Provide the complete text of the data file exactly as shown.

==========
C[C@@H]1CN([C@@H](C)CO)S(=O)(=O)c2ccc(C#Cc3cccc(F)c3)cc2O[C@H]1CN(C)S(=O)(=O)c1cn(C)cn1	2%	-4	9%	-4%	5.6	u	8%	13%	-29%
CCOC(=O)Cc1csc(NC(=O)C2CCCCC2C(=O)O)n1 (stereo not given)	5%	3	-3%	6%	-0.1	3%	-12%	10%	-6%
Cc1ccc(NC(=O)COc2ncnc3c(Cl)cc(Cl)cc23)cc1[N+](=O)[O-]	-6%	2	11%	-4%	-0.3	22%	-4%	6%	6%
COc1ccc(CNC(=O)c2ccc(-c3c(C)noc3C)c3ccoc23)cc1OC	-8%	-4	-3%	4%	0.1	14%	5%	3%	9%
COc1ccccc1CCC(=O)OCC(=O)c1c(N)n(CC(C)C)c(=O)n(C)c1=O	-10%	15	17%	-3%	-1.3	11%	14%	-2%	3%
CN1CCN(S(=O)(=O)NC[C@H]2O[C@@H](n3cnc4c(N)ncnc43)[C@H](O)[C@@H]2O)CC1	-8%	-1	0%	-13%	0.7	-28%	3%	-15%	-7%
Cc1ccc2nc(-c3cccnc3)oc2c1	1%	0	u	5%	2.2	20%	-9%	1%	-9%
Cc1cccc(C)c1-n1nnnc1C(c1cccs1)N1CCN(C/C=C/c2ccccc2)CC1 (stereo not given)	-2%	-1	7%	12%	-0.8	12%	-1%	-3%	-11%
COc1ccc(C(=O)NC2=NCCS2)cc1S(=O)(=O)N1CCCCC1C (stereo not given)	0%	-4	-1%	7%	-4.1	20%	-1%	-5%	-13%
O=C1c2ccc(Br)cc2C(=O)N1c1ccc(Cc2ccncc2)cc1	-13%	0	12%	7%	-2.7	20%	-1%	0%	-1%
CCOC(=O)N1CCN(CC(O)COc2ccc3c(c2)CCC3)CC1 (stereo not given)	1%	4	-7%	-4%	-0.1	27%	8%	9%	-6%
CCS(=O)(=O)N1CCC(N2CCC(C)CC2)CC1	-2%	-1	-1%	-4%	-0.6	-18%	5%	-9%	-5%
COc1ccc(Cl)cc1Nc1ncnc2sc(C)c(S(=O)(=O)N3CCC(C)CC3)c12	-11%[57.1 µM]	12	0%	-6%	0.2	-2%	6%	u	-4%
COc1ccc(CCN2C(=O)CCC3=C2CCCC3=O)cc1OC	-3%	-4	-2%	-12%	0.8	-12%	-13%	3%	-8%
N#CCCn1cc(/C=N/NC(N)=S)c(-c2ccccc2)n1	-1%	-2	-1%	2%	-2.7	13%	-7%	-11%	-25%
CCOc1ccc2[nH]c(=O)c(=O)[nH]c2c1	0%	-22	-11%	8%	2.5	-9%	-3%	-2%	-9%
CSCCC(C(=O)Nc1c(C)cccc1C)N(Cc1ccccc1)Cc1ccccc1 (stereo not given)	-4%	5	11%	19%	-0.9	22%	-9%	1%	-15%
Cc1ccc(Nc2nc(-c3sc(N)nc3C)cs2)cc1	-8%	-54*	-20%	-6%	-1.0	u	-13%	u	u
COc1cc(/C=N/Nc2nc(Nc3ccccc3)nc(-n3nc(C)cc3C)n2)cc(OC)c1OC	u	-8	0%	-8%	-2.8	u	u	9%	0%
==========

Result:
C[C@@H]1CN([C@@H](C)CO)S(=O)(=O)c2ccc(C#Cc3cccc(F)c3)cc2O[C@H]1CN(C)S(=O)(=O)c1cn(C)cn1	2%	-4	9%	-4%	5.6	u	8%	13%	-29%
CCOC(=O)Cc1csc(NC(=O)C2CCCCC2C(=O)O)n1 (stereo not given)	5%	3	-3%	6%	-0.1	3%	-12%	10%	-6%
Cc1ccc(NC(=O)COc2ncnc3c(Cl)cc(Cl)cc23)cc1[N+](=O)[O-]	-6%	2	11%	-4%	-0.3	22%	-4%	6%	6%
COc1ccc(CNC(=O)c2ccc(-c3c(C)noc3C)c3ccoc23)cc1OC	-8%	-4	-3%	4%	0.1	14%	5%	3%	9%
COc1ccccc1CCC(=O)OCC(=O)c1c(N)n(CC(C)C)c(=O)n(C)c1=O	-10%	15	17%	-3%	-1.3	11%	14%	-2%	3%
CN1CCN(S(=O)(=O)NC[C@H]2O[C@@H](n3cnc4c(N)ncnc43)[C@H](O)[C@@H]2O)CC1	-8%	-1	0%	-13%	0.7	-28%	3%	-15%	-7%
Cc1ccc2nc(-c3cccnc3)oc2c1	1%	0	u	5%	2.2	20%	-9%	1%	-9%
Cc1cccc(C)c1-n1nnnc1C(c1cccs1)N1CCN(C/C=C/c2ccccc2)CC1 (stereo not given)	-2%	-1	7%	12%	-0.8	12%	-1%	-3%	-11%
COc1ccc(C(=O)NC2=NCCS2)cc1S(=O)(=O)N1CCCCC1C (stereo not given)	0%	-4	-1%	7%	-4.1	20%	-1%	-5%	-13%
O=C1c2ccc(Br)cc2C(=O)N1c1ccc(Cc2ccncc2)cc1	-13%	0	12%	7%	-2.7	20%	-1%	0%	-1%
CCOC(=O)N1CCN(CC(O)COc2ccc3c(c2)CCC3)CC1 (stereo not given)	1%	4	-7%	-4%	-0.1	27%	8%	9%	-6%
CCS(=O)(=O)N1CCC(N2CCC(C)CC2)CC1	-2%	-1	-1%	-4%	-0.6	-18%	5%	-9%	-5%
COc1ccc(Cl)cc1Nc1ncnc2sc(C)c(S(=O)(=O)N3CCC(C)CC3)c12	-11%[57.1 µM]	12	0%	-6%	0.2	-2%	6%	u	-4%
COc1ccc(CCN2C(=O)CCC3=C2CCCC3=O)cc1OC	-3%	-4	-2%	-12%	0.8	-12%	-13%	3%	-8%
N#CCCn1cc(/C=N/NC(N)=S)c(-c2ccccc2)n1	-1%	-2	-1%	2%	-2.7	13%	-7%	-11%	-25%
CCOc1ccc2[nH]c(=O)c(=O)[nH]c2c1	0%	-22	-11%	8%	2.5	-9%	-3%	-2%	-9%
CSCCC(C(=O)Nc1c(C)cccc1C)N(Cc1ccccc1)Cc1ccccc1 (stereo not given)	-4%	5	11%	19%	-0.9	22%	-9%	1%	-15%
Cc1ccc(Nc2nc(-c3sc(N)nc3C)cs2)cc1	-8%	-54*	-20%	-6%	-1.0	u	-13%	u	u
COc1cc(/C=N/Nc2nc(Nc3ccccc3)nc(-n3nc(C)cc3C)n2)cc(OC)c1OC	u	-8	0%	-8%	-2.8	u	u	9%	0%